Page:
COVID-19: Personal information in the hands of businesses

COVID-19 Personal Information Hands of Businesses

If you have ventured into a restaurant lately, you will have noticed that you are required to leave your personal information at the venue. Although most of us will have no problem leaving this information, it is important that you are informed of the obligations of cafes and restaurants with respect to your privacy and that businesses are equally informed of their obligations.

Restaurants and cafes in NSW have been ordered to collect the contact information from those visiting their premises to assist in COVID-19 contact tracing. The COVID Safe Checklist for businesses require that information provided by its patrons, workers and contractors is kept for at least 28 days. There is a requirement that such information is to be kept confidential and securely held.

The obligation on businesses to use and protect the information provided by individuals is encompassed by the Privacy Act (NSW) (“the Act”). The Act also allows those in possession of critical information to provide that information to health authorities to help manage the spread of coronavirus.

Recently, concerns have arisen where businesses have reopened in haste and have resulted to paper documentation to collect information from their patrons. A paper method, without the accompaniment of a spreadsheet or electronic database, is concerning as it may lead to a finding that the information failed to be securely held. Businesses must be seen to have taken reasonable steps to keep personal information secure.

In an attempt to assist businesses in protecting personal information, the Office of the Australian Information Commissioner has developed guidelines for businesses.

The guidelines include:

  1. Collecting information only required by official directions and orders. Businesses are unable to request further information than what is required. At present, in NSW, businesses are only required to obtain the name and contact details such as a phone number, email address or address of individuals;
  2. Notifying individuals prior to collecting information. This includes what information you are collecting, what is required by law, who the information can be provided to and the purposes of collection;
  3. Securely storing this information. The guidelines suggest that businesses should not store this information where other customers may see it;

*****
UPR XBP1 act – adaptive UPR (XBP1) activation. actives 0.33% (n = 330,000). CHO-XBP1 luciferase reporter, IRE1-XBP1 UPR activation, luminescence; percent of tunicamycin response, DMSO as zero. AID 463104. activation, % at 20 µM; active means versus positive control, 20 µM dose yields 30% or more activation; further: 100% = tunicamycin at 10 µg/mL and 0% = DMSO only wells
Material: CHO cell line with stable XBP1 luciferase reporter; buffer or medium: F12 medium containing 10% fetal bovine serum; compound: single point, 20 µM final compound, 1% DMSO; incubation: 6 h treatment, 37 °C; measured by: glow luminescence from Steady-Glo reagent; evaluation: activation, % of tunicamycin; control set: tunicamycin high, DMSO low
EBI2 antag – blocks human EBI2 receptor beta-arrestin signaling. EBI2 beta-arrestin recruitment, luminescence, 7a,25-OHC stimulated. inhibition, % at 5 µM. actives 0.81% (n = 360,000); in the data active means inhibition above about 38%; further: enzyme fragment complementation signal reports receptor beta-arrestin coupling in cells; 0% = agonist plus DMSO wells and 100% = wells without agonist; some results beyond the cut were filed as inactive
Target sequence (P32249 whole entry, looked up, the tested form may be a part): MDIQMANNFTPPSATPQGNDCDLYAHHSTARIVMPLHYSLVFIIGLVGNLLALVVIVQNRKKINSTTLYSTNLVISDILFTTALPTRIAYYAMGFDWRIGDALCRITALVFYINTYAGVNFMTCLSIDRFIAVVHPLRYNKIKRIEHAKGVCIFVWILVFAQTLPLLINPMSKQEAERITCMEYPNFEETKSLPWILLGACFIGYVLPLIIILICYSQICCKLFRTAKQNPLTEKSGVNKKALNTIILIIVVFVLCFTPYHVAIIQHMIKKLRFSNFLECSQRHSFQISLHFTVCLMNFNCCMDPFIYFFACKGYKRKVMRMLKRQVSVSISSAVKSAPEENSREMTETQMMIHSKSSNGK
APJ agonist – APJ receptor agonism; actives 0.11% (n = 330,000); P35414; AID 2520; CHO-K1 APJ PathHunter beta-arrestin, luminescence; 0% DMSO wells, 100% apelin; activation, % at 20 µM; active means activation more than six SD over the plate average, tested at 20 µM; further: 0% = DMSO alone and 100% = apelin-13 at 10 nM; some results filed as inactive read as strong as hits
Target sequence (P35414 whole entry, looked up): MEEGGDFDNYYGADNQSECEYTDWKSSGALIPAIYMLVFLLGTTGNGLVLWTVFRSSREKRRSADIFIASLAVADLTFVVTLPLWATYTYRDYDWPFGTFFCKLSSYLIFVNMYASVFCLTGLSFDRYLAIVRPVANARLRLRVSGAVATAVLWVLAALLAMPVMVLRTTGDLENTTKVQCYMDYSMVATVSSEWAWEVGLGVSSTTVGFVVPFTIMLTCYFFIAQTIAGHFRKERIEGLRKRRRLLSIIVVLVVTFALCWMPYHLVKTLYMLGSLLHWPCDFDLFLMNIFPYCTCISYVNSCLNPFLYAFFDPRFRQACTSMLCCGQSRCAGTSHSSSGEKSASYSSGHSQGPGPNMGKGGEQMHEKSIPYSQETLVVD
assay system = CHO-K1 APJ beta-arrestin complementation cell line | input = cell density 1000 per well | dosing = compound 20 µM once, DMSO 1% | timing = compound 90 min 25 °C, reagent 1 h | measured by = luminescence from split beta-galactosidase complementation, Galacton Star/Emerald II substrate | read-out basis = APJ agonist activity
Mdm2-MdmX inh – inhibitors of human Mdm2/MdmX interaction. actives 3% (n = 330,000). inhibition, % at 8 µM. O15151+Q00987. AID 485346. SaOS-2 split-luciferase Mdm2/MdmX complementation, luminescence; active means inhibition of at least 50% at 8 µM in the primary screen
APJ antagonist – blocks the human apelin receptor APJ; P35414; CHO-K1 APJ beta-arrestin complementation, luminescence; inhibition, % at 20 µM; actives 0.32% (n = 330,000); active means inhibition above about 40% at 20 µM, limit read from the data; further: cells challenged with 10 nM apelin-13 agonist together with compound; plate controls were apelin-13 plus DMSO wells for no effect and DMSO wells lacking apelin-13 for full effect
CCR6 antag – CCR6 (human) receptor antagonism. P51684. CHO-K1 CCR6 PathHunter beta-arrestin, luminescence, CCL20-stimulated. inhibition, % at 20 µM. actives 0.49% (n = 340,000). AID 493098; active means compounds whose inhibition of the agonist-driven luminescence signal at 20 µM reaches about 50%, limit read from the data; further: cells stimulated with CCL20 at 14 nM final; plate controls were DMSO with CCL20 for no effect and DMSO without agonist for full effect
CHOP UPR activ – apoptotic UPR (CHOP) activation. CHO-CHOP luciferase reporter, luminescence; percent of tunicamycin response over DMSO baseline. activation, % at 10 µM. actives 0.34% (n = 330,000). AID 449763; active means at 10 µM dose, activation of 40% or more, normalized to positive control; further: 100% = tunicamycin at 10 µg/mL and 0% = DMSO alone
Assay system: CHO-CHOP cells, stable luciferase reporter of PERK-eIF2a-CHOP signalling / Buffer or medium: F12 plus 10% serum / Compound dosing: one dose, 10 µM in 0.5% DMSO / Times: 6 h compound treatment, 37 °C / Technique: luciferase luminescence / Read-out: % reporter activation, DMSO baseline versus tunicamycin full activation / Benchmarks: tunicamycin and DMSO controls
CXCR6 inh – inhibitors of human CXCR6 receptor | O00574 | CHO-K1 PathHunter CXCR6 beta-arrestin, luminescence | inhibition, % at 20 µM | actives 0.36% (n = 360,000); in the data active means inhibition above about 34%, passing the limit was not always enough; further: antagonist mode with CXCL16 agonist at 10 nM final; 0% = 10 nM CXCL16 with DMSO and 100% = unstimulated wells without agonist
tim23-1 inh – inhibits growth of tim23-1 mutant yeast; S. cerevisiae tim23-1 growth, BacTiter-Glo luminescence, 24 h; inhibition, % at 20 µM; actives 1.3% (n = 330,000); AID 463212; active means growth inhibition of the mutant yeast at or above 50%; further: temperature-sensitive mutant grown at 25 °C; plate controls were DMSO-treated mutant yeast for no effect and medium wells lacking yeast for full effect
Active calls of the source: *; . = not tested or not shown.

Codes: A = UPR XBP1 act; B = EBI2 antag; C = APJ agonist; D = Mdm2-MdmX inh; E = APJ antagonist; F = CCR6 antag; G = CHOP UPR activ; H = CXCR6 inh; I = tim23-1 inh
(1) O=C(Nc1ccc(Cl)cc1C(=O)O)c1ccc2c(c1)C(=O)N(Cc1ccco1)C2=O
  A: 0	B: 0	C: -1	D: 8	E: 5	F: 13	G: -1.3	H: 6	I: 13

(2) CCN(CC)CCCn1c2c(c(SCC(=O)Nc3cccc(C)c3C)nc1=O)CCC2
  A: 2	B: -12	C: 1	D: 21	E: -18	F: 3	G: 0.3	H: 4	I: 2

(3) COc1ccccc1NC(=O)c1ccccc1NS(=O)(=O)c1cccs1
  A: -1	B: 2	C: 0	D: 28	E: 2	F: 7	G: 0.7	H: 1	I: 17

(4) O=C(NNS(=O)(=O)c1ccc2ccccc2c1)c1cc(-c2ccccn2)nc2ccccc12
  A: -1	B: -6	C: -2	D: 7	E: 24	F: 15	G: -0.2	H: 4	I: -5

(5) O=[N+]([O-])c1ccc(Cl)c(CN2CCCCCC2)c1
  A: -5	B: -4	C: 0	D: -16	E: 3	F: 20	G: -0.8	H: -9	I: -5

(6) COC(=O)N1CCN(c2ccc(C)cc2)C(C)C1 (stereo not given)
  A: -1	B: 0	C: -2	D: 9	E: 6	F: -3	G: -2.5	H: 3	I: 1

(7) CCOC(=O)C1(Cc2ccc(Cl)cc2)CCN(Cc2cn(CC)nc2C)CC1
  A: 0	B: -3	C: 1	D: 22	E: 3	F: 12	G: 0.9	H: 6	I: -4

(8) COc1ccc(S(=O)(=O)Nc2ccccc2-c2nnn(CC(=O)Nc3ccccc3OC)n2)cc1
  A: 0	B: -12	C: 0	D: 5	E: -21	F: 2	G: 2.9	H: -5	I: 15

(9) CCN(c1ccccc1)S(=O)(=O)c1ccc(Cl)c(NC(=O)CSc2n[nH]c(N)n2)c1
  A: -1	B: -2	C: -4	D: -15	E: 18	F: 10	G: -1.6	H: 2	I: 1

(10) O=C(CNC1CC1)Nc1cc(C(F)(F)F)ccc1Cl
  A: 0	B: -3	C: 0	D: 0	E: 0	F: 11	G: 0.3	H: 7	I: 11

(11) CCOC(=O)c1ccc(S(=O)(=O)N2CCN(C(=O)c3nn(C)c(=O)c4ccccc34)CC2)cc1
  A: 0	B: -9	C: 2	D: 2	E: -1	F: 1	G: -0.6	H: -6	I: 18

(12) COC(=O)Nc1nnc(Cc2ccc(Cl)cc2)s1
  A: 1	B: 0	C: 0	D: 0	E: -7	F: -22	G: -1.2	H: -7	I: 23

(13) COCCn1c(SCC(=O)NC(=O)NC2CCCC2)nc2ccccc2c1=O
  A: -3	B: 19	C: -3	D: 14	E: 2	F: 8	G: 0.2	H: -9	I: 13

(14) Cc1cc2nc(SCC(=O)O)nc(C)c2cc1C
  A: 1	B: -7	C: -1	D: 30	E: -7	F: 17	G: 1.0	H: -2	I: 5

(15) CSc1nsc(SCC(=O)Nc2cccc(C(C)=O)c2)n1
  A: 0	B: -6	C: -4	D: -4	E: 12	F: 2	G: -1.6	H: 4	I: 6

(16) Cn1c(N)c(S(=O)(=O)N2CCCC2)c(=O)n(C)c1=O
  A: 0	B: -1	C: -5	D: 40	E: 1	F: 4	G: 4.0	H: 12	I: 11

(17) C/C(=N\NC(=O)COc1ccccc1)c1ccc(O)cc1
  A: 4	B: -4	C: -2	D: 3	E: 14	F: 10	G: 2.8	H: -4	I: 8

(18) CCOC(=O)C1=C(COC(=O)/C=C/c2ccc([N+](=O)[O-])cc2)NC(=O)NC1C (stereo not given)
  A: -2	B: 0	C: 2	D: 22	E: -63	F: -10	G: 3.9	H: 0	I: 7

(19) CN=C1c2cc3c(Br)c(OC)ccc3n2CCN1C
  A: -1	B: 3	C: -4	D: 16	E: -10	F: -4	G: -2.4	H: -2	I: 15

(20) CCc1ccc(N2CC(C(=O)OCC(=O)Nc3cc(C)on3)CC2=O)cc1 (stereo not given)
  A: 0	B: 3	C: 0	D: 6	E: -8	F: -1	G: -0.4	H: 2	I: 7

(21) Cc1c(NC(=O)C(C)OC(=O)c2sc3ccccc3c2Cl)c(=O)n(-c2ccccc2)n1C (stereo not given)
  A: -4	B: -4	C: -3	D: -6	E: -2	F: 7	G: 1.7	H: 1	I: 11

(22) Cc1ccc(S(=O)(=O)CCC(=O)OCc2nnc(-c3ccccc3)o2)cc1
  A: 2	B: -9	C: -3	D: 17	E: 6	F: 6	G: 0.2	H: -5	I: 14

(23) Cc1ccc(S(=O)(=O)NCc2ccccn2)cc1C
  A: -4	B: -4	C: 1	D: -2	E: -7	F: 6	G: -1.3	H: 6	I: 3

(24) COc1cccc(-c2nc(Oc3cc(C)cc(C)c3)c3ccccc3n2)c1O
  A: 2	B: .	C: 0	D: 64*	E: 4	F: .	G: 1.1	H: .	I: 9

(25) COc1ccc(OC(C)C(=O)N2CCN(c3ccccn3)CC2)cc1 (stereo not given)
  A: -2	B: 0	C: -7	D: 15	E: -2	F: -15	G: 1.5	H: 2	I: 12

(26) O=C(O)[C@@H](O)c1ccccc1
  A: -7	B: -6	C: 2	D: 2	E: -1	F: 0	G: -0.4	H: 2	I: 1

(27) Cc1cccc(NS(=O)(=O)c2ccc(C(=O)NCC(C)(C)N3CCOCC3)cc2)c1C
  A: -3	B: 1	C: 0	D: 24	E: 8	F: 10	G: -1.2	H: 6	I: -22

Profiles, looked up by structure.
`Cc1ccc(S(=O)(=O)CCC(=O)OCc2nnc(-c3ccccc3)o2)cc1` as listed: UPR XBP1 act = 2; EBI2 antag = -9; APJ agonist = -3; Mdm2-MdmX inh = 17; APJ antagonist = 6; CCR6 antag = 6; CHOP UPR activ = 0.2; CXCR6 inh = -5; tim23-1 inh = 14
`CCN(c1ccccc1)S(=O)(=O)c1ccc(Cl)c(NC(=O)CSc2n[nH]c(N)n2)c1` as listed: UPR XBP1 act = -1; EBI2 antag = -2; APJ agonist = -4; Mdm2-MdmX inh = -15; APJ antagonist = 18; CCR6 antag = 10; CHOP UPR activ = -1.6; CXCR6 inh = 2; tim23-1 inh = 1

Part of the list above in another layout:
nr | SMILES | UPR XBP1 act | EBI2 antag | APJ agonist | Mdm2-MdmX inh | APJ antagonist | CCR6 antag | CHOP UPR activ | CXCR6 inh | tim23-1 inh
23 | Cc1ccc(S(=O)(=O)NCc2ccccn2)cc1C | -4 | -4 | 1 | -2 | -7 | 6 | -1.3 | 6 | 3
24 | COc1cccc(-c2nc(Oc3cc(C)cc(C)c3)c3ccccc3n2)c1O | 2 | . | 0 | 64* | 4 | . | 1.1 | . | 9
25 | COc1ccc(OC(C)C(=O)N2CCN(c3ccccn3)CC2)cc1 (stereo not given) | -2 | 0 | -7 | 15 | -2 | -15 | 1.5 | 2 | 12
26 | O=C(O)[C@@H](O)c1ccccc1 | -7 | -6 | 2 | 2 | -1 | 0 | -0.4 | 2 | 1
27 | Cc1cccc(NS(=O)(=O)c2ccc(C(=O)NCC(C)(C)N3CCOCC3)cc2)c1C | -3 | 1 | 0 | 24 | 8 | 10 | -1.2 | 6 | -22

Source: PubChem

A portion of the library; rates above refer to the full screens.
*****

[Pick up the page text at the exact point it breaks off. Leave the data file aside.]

4. Information must only be provided to the relevant authorities at their request;
  5. Information should be destroyed when it is no longer reasonably necessary for the purpose of contact tracing.

Please note that the above list does not substitute the information provided in the guidelines. The guidelines can be accessed here.

Failing to comply with these orders is a criminal offence under the Public Health Act 2010. For an individual, a breach of this order can see a maximum penalty of $11,000 or imprisonment for 6 months, or both imposed. A $5,500 penalty will also apply for each day the offence continues.

For corporations, breaching this order can lead to a maximum penalty is $55,000 and a further $27,500 penalty may apply for each day the offence continues.

Police may also issue $1,000 on the spot fines.


ABOUT AMANDA OLIC:

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Amanda is our Head of Commercial and has experience in providing legal advice on a broad range of commercial law matters. Amanda has provided advice to small to medium companies and international companies in relation to contractual advice, employment policies and agreements, disputes and litigation.


For further information please don’t hesitate to contact:

Amanda Olic
Senior Associate
amanda@couttslegal.com.au
1300 268 887

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This blog is merely general and non specific information on the subject matter and is not and should not be considered or relied on as legal advice. Coutts is not responsible for any cost, expense, loss or liability whatsoever in relation to this blog, including all or any reliance on this blog or use or application of this blog by you.